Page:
71,334 – Elementary agricultural occupations.
244,520 - Elementary process plant operatives
696,100 – Elementary cleaning occupations
402,782 – Elementary storage occupations.
777,077 – Other Elementary Services occupations.
Here we can see that while the top three categories make up a significant part of the unionised nowadays, other huge sectors are massive underrepresented. The grouping of 'Elementary occupations' contains workers absolutely key to British capital in low paid undervalued jobs; many of these workers – especially in manufacturing and storage – could have significant disruptive power. The lowest level retail jobs and care occupations are again low paid occupations that employ well over a million workers each. It should be clear to any union activist that these sectors need a massive unionisation push if the idea of the working class mobilising as a hegemonic bloc is ever to become more than a pipe dream.
National Statistics Socio-economic Classification (NS-SeC)
As I mentioned above as socialists we should treat official statistics relating to categories approximating social class with strong reservations. These categories are based upon often superficial definitions of tasks and responsibilities people do in their employment, not their place in relation to the means of production. Nonetheless the NS-SeC category if thought about sensibly can be useful.
The dataset KS611EW (population: Usual residents (i.e. not a short-term migrant (intends to stay less than 12 months), working, aged 16-74) approximates people to various groupings based on what they do in their current or last form of paid work. Please see for further details.
Of the 41,126,540 usual residents aged between 16 and 74 in England and Wales on Census day 2011:
967,013 (2.3%) are classified in ‘Large employers and higher managerial and administrative occupations’. This is where the occupy movements 1% and their immediate underlings are likely to be classified (excepting relatives that have never worked, etc.). Large employers are ‘people who employ others (and so assume some degree of control over them) in enterprises employing 25 or more people, and who delegate some part of their managerial and entrepreneurial functions to salaried staff’. ‘Higher managerial and administrative occupations’ are ‘positions in which there is a service relationship with the employer, and which involve general planning and supervision of operations on behalf of the employer’.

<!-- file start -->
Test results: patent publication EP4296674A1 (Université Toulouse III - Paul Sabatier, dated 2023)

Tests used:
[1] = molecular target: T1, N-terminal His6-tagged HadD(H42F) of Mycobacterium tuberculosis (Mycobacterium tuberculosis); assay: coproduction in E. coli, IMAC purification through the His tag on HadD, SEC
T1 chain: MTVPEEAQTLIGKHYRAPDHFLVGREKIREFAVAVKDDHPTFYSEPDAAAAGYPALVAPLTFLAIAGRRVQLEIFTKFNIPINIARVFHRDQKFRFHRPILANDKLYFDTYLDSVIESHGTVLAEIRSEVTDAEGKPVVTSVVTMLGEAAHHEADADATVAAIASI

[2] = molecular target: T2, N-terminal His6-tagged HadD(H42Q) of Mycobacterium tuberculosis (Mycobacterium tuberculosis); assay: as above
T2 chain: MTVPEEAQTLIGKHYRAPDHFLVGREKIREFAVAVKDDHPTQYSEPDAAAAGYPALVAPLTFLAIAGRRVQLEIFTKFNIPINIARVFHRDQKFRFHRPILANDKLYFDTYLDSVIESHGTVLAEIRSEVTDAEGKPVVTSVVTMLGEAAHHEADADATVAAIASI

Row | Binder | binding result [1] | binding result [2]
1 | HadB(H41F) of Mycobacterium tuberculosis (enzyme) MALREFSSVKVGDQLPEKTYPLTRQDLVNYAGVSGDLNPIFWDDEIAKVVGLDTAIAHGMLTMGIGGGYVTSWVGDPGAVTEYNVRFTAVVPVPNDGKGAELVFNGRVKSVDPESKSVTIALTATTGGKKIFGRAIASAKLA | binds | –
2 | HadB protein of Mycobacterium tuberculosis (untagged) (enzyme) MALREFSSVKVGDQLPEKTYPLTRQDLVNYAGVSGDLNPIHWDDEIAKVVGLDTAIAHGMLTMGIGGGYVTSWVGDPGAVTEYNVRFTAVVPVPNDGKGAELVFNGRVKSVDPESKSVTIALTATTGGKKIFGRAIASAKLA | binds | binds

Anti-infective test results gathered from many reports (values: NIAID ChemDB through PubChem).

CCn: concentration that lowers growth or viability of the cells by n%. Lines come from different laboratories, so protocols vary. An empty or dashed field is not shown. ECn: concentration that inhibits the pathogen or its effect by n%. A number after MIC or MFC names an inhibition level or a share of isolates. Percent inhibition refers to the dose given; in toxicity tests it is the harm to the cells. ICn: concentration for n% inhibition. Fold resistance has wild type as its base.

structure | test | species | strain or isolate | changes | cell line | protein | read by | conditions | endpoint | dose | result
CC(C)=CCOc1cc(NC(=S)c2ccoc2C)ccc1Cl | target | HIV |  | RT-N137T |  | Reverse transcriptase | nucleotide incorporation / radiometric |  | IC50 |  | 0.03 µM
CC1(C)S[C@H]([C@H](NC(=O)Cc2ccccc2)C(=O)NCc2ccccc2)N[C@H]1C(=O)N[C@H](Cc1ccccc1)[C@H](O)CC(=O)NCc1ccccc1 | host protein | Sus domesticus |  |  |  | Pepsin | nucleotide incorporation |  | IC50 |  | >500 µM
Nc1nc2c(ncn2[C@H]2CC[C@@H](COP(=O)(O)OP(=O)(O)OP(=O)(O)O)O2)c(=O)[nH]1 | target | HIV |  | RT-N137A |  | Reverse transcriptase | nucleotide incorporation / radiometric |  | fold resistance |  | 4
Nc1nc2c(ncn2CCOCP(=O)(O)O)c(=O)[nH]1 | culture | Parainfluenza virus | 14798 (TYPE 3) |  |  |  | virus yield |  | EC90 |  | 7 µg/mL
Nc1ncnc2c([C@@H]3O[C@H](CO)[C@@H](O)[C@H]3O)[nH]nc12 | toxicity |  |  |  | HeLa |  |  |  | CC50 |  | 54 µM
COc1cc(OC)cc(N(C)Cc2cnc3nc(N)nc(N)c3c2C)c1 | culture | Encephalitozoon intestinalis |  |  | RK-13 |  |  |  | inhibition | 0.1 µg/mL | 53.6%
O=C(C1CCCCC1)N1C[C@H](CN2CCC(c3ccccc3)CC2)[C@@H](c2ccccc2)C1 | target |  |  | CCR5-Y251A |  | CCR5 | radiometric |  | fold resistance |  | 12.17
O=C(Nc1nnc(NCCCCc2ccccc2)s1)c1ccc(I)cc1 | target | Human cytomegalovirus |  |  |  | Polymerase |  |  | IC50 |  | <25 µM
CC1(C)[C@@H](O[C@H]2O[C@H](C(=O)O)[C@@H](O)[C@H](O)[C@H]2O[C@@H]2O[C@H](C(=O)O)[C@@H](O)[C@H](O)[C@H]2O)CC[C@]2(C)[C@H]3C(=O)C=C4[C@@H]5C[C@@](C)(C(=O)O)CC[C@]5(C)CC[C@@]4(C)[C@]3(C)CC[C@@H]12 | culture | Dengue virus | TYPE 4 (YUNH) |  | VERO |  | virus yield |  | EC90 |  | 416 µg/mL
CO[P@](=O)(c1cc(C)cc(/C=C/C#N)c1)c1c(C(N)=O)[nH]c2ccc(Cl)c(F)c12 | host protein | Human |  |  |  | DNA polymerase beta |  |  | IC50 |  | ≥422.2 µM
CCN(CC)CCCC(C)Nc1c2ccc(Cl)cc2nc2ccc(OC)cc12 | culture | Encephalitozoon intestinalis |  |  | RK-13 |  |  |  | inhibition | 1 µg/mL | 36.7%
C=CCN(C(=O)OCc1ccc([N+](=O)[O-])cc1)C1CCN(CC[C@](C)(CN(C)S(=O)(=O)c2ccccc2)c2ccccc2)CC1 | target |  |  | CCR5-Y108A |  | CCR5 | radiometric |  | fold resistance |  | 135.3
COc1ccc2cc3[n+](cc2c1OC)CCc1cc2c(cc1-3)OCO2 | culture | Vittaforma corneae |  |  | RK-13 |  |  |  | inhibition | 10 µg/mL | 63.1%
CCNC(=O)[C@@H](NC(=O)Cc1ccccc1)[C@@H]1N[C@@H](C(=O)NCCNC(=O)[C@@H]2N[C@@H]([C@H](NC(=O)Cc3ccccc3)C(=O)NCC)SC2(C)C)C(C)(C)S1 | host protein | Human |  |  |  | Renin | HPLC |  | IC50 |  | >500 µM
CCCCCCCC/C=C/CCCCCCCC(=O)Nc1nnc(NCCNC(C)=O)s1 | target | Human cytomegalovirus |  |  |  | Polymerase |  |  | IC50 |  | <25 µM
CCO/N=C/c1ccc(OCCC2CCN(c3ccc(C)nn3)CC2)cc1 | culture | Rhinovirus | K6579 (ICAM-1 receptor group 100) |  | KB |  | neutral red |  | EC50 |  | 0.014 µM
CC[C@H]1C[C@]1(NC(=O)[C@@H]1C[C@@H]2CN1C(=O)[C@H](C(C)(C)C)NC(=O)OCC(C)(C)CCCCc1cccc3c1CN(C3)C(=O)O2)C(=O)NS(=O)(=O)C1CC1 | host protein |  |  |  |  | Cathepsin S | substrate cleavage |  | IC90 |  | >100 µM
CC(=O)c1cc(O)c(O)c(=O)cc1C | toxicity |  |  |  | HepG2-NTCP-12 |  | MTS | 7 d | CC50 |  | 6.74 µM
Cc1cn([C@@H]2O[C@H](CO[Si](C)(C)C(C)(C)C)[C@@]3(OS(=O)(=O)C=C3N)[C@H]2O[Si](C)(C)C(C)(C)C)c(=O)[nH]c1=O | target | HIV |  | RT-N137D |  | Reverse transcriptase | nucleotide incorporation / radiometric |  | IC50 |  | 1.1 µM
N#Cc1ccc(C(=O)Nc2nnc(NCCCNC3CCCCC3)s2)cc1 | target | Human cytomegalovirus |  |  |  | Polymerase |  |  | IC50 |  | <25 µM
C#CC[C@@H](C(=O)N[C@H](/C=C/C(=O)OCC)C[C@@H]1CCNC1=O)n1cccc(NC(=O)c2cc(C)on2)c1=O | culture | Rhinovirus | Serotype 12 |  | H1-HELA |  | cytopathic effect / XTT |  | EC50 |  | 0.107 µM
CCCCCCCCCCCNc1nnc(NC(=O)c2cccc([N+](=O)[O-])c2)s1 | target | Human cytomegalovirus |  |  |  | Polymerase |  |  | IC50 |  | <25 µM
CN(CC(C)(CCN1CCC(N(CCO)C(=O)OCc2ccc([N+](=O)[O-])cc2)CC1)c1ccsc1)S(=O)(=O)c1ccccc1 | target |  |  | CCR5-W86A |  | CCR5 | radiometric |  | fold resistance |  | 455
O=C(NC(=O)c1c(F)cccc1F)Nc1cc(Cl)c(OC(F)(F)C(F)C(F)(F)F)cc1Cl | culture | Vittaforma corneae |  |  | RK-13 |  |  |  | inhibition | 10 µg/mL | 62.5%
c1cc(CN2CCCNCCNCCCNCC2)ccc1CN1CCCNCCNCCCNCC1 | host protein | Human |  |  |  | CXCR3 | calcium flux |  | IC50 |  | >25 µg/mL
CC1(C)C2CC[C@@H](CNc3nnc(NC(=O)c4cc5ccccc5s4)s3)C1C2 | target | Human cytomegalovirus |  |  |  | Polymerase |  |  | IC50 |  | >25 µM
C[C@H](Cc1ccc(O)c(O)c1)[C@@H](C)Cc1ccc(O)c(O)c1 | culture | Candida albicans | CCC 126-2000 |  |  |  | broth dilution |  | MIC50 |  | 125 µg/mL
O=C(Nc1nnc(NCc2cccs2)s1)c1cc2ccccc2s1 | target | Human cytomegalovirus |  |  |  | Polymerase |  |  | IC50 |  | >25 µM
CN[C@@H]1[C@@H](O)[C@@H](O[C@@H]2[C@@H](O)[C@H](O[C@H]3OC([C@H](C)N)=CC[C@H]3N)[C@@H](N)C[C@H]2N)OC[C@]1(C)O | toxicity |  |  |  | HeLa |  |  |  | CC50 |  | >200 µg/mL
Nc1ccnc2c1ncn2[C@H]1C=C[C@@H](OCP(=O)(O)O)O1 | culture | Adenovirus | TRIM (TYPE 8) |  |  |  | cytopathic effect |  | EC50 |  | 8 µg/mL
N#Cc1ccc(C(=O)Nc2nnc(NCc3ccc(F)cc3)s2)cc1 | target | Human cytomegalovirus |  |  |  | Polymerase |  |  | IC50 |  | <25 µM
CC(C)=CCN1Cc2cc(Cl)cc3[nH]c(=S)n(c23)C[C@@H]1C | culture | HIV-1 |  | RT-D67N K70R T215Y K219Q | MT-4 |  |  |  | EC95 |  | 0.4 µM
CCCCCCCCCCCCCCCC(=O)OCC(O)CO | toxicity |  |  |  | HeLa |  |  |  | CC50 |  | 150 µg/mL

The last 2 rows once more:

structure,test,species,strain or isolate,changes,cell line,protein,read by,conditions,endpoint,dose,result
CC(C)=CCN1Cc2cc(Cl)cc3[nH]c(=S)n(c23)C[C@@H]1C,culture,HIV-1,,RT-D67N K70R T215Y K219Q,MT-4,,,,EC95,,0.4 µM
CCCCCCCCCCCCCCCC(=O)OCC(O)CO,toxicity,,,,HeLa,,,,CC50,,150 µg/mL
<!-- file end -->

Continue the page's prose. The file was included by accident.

3,253,752 (7.9%) and 8,571,468 (20.8%) are classified in ‘Higher professional occupations’ and ‘Lower managerial, administrative and professional occupations’ respectively. These figures should come with some of the same caveats are noted for occupation.
5,240,440 (12.7%) are classified in ‘Intermediate occupations’ which are ‘positions in clerical, sales, service and intermediate technical occupations that do not involve general planning or supervisory powers’.
3,872,779 (9.4%) are or were ‘Small employers and own account workers’. Small employers are ‘people, other than higher or lower professionals, who employ others and so assume some degree of control over them. These employers carry out all or most of the entrepreneurial and managerial functions of the enterprise and have fewer than 25 employees’. The category ‘Own account workers’ relates to ‘self-employed positions in which people are engaged in any (non-professional) trade, personal service, or semi-routine, routine or other occupation but have no employees other than family workers’.
2,857,185 (6.9%) are classified in ‘Lower supervisory and technical occupations’
5,789,519 (14.1%) are classified in ‘Semi-routine occupations’: Positions with a slightly modified labour contract, in which employees are engaged in semi-routine occupations.
4,564,916 (11.1%) are classified in ‘Routine occupations’: Positions with a basic labour contract, in which employees are engaged in routine occupations.
So of all those that are classified as having a socio-economic classification (i.e. working or have worked recently enough to qualify) again we see that those are or were higher managers or professionals are just over ten per cent.
All tables noted in this piece are freely available from the Office for National Statistics and Census websites.